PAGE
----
I thought this might be an interesting short post for Veteran’s Day. My ancestral grandfather William Shepard, of Westfield, Massachusetts, retired a Colonel of the Revolutionary War.
When he first joined up to help further the cause of the Revolution he was a 2nd Lieutenant, as he had had prior experience in the military when it was British. Over the years during the war he was eventually promoted to Colonel, and in 1782 he was recommended for promotion to Brigadier General. It appears that they needed more Generals to run the brigades in the army.
Unfortunately, William didn’t get that promotion. He retired from military service January 1, 1783, possibly because he felt it was a promotion he should have gotten, plus he had served his county for many years, it was time to go home.
However, nine months after he retired a Congressional Resolution dated September 30, 1783, was passed, it appears that his service was finally being recognized, as he was promoted to Brig. General, although without pay of that rank.
A couple of years ago I found the coolest newspaper article when researching William Shepard of Westfield, Massachusetts. It has always been in the back of my mind, waiting, I guess, for me to finally say “Hey, I need to blog about this.”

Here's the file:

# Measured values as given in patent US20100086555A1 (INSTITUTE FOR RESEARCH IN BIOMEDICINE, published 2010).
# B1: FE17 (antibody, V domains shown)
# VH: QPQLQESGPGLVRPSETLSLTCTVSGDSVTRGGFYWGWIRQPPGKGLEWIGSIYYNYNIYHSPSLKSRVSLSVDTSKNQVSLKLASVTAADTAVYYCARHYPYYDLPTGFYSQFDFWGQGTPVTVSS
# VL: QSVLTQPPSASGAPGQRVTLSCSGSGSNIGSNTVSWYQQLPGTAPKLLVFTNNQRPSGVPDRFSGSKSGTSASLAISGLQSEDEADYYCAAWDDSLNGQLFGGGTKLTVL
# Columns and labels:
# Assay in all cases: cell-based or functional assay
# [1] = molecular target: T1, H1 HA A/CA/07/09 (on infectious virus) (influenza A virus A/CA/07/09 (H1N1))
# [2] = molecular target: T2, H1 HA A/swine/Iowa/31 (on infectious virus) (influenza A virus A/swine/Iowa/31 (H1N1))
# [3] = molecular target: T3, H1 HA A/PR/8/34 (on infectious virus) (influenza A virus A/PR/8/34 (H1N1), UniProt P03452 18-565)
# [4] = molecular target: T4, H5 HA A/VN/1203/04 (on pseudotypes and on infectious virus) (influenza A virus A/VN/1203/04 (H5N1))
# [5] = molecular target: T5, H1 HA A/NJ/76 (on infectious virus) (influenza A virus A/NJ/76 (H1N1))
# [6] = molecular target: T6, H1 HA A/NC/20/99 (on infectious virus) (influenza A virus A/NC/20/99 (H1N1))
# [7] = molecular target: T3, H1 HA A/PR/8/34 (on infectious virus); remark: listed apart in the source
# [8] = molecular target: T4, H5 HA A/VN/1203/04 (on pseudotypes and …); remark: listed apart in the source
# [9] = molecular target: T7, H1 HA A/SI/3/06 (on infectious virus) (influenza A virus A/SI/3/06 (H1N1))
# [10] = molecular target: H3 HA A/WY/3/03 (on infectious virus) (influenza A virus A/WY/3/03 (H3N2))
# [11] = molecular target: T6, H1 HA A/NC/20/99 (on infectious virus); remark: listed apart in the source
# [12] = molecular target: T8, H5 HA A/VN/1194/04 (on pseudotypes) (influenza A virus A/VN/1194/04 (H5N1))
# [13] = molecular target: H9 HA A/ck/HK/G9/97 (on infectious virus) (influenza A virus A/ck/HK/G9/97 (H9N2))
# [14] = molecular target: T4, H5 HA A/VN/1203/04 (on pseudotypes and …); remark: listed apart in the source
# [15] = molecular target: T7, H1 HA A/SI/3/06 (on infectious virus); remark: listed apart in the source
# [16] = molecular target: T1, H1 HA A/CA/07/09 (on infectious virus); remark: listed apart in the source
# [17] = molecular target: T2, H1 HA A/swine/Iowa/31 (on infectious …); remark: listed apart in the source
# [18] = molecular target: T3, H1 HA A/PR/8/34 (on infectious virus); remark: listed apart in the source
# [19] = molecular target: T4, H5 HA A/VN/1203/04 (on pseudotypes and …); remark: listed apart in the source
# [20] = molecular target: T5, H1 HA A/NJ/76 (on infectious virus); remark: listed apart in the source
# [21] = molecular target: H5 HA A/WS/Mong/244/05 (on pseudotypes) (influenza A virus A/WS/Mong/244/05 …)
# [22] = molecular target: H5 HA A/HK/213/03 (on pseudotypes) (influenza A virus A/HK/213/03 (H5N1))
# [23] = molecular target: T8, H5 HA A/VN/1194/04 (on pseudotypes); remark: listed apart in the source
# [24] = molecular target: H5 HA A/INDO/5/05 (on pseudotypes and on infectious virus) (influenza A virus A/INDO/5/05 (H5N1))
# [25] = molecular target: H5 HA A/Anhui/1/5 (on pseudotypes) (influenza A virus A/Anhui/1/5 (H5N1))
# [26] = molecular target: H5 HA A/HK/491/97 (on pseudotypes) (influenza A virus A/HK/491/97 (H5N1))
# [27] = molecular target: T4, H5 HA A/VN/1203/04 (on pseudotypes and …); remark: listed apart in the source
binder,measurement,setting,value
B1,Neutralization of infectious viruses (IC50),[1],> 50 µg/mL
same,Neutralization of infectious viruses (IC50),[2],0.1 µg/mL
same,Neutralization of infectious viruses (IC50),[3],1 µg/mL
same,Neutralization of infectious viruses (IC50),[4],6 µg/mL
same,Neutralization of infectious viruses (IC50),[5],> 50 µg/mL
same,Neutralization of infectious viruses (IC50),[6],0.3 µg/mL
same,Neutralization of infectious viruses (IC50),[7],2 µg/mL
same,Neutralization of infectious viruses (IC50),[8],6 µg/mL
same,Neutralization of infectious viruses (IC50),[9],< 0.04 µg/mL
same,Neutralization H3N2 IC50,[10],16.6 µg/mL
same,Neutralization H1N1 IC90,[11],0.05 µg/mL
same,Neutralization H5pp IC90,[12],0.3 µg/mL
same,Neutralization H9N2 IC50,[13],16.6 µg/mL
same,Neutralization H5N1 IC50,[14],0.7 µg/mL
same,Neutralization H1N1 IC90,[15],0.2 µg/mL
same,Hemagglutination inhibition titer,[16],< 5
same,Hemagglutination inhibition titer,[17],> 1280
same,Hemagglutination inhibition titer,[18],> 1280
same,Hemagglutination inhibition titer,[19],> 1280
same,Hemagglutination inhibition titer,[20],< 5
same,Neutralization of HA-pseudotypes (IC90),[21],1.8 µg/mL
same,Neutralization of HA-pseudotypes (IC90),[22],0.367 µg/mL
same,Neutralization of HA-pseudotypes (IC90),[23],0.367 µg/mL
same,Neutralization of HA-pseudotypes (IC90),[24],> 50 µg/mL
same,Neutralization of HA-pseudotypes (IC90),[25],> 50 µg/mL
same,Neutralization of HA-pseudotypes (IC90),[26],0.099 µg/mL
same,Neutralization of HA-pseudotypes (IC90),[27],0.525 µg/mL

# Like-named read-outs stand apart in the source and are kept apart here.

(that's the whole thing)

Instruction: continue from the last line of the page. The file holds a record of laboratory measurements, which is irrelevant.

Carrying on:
So, finally, here I am blogging about this.
On and off for about 15 years, William tried his hand at politics by running for the office of Representative, or Lieutenant Governor, from 1789-1804. It took nine tries before he was finally elected as Representative of Massachusetts, Western District, in 1796 (and again in 1797, 1798, his last win was in 1800).
In May of 1797 he apparently stood up in session and made reply to a speech given by President John Adams a few short weeks earlier. His words were sent to the newspaper by ‘A Customer.’ (Maybe this was done by William himself, to help sway the voters back home in his favor for the next election.) By the way, he was a Federalist.2
…The observations of the Hon. William Shepherd in the House of Representatives, May 27, on the reported answer to the President’s Speech…
Mr. Shepherd did not rise from his seat with an expectation of throwing much light on the subject under debate; but being a new member, he conveyed it his duty to come forward and announce his political principles to his constituents and to the world, and to make some remarks and observations on the subject under consideration that he might be able to justify his own conduct for thus doing,